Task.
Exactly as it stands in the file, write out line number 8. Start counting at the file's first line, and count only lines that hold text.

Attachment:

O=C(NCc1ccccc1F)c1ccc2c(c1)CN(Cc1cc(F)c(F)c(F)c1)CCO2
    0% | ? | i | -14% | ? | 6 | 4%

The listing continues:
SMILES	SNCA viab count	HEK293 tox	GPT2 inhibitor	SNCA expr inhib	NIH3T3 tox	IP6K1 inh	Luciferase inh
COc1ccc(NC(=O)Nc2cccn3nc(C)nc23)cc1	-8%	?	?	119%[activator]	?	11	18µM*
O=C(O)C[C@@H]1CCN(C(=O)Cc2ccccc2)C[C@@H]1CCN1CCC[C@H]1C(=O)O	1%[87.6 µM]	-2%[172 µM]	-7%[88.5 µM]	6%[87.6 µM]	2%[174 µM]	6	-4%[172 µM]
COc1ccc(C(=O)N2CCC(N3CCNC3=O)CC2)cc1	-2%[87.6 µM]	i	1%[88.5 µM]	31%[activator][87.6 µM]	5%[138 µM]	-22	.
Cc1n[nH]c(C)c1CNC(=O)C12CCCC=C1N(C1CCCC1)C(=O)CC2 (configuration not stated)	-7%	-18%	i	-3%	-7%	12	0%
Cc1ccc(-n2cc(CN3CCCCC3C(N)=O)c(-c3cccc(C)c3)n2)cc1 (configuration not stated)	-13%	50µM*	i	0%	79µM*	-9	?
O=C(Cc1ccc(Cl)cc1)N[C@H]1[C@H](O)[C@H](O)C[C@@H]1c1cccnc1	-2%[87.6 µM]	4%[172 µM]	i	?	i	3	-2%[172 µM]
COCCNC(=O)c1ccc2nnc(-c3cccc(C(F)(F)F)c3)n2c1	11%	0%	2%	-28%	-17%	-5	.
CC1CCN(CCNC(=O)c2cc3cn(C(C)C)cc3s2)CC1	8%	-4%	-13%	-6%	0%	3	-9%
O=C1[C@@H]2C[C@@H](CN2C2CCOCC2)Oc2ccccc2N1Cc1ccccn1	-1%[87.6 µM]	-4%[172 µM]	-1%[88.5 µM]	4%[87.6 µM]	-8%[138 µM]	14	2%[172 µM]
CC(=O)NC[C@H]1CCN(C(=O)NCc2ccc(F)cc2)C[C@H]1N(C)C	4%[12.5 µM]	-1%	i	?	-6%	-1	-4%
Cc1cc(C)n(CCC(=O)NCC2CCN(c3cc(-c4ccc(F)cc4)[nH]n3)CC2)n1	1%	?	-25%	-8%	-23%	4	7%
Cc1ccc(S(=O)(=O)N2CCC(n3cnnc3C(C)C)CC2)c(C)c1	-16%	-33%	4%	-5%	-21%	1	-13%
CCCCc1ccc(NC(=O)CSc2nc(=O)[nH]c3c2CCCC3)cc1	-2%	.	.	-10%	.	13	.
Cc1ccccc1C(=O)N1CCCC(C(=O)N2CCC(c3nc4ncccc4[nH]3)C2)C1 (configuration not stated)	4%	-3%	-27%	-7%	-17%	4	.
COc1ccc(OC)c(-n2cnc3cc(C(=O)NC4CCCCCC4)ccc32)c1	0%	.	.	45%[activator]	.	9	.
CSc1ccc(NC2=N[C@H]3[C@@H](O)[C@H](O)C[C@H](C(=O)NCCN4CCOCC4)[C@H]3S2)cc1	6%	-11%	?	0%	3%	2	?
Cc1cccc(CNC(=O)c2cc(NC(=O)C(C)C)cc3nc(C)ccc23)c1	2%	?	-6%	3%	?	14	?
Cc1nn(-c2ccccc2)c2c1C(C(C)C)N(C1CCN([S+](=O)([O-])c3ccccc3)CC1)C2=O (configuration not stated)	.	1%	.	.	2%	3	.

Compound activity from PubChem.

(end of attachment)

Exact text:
Cc1n[nH]c(C)c1CNC(=O)C12CCCC=C1N(C1CCCC1)C(=O)CC2 (configuration not stated)	-7%	-18%	i	-3%	-7%	12	0%